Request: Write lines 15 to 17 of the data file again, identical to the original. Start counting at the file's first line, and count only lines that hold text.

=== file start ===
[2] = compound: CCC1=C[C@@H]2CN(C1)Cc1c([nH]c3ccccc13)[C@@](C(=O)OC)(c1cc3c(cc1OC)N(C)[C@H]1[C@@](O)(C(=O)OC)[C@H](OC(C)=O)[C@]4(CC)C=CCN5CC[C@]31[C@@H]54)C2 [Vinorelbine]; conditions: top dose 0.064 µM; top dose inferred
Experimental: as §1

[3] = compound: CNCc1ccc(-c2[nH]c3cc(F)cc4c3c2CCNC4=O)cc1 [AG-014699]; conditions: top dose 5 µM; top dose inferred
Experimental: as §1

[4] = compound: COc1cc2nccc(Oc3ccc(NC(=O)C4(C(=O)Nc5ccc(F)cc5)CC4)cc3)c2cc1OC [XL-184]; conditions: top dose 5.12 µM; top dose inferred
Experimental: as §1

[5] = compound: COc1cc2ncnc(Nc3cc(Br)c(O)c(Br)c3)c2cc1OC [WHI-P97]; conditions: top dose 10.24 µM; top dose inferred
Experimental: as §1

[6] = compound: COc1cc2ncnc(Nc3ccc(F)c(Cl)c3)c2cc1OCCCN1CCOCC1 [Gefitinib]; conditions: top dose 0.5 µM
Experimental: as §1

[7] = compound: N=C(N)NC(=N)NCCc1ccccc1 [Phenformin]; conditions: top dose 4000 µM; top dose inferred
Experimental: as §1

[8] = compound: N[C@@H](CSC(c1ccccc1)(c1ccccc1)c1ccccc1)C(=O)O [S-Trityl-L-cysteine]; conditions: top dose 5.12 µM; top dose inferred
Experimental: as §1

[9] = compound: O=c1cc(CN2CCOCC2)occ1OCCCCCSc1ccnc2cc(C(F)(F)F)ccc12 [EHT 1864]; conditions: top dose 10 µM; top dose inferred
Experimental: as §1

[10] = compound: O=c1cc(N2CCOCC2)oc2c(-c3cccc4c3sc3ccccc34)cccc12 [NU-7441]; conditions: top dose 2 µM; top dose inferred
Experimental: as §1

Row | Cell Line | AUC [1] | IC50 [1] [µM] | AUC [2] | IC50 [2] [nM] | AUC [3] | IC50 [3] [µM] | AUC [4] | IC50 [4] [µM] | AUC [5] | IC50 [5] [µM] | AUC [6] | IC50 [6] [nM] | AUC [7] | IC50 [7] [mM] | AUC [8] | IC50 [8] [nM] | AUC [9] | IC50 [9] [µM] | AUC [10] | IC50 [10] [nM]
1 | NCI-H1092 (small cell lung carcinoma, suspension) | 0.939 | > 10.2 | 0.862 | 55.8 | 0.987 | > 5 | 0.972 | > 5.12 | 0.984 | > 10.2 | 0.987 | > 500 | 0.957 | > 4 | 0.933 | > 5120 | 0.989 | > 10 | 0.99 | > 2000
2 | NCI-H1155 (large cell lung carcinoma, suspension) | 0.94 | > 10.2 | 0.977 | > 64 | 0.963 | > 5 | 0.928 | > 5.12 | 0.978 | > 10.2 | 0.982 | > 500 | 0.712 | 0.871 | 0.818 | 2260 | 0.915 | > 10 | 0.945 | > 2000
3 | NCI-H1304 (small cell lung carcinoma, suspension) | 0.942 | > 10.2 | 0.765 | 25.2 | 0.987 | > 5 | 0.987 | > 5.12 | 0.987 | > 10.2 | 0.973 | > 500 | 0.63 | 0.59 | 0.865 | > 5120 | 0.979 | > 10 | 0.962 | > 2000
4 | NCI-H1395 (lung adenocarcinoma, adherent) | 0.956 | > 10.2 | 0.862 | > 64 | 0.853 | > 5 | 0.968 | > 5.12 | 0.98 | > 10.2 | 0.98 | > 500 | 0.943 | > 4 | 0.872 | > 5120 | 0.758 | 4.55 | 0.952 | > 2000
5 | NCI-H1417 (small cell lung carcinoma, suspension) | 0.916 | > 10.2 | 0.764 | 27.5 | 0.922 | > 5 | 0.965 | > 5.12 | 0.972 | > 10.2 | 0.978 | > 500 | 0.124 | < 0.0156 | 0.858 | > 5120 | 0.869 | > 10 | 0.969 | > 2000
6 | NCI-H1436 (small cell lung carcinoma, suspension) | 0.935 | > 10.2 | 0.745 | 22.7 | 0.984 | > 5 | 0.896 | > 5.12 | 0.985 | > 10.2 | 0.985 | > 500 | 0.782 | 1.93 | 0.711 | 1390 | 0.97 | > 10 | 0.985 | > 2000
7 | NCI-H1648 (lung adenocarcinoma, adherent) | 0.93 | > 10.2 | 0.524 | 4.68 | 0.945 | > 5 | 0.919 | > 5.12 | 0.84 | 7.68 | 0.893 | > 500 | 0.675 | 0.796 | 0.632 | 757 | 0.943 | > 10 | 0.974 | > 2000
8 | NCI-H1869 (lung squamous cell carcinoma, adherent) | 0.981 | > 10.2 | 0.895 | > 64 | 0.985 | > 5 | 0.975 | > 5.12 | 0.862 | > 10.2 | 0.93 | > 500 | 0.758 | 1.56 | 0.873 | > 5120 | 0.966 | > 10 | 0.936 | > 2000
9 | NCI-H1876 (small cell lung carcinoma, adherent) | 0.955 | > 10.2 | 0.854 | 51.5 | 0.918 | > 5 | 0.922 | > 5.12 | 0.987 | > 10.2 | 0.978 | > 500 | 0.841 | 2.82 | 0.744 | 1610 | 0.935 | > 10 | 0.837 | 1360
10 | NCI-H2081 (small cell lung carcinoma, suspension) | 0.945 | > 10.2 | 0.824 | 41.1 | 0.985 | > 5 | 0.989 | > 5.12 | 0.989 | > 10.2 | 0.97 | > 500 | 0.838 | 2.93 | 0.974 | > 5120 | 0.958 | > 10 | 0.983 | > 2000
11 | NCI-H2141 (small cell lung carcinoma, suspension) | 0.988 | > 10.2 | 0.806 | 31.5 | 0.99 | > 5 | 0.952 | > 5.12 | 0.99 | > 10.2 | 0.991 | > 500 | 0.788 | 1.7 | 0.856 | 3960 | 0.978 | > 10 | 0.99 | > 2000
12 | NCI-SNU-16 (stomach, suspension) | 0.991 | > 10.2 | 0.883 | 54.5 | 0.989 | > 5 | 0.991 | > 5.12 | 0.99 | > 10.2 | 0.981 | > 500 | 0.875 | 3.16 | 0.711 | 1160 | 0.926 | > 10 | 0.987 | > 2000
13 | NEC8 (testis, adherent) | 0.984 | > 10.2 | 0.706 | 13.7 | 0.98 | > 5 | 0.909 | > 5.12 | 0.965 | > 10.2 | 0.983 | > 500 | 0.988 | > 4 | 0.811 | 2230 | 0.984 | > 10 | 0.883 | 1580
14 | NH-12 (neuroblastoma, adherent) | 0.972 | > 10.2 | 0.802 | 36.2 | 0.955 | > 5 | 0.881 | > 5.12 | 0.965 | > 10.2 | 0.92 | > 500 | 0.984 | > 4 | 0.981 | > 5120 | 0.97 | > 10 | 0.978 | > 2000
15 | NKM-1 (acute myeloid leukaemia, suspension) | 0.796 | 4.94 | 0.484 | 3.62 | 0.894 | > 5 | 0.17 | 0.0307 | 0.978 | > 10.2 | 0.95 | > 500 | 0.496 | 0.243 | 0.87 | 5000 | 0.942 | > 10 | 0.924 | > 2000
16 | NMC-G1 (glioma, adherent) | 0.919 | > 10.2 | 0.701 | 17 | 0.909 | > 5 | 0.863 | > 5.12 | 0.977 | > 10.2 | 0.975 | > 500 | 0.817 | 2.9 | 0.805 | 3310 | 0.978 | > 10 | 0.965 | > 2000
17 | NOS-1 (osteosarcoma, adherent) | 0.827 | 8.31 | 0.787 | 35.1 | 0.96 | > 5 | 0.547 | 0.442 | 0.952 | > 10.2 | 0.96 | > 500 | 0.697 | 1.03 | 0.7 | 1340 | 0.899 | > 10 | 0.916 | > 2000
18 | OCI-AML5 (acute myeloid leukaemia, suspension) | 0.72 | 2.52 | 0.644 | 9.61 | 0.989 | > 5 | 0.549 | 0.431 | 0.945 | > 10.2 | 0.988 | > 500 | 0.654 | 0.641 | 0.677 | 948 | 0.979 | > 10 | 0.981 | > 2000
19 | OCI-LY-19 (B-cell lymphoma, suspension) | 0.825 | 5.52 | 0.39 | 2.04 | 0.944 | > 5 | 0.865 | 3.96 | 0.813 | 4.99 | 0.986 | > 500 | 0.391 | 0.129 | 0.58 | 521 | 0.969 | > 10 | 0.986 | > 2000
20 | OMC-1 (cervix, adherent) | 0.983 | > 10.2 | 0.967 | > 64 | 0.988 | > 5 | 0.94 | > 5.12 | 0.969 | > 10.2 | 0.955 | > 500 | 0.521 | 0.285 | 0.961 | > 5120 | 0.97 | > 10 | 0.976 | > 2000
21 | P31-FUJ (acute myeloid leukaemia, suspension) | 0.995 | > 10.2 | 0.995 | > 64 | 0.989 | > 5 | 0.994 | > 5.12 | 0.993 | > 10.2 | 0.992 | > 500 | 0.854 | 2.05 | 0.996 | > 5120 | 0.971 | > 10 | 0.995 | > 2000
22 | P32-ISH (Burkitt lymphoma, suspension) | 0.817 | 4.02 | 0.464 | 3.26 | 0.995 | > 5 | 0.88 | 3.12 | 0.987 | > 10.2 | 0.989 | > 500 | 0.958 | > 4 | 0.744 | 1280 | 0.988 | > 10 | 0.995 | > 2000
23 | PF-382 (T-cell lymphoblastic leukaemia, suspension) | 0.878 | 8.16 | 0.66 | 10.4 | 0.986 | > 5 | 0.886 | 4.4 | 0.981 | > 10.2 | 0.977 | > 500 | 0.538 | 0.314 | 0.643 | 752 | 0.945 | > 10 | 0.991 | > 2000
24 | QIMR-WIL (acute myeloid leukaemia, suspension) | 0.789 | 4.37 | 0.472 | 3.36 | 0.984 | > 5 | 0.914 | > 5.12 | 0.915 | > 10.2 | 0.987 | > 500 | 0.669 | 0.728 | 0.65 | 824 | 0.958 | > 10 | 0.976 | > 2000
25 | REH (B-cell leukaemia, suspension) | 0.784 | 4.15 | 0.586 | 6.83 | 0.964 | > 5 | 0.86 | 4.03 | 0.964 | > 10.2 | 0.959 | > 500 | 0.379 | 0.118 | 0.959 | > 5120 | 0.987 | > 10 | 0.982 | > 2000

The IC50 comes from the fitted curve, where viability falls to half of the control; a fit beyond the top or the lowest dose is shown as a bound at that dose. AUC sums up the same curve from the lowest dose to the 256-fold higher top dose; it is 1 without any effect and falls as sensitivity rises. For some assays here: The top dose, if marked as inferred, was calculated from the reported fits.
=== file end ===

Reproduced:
[9] = compound: O=c1cc(CN2CCOCC2)occ1OCCCCCSc1ccnc2cc(C(F)(F)F)ccc12 [EHT 1864]; conditions: top dose 10 µM; top dose inferred
Experimental: as §1

[10] = compound: O=c1cc(N2CCOCC2)oc2c(-c3cccc4c3sc3ccccc34)cccc12 [NU-7441]; conditions: top dose 2 µM; top dose inferred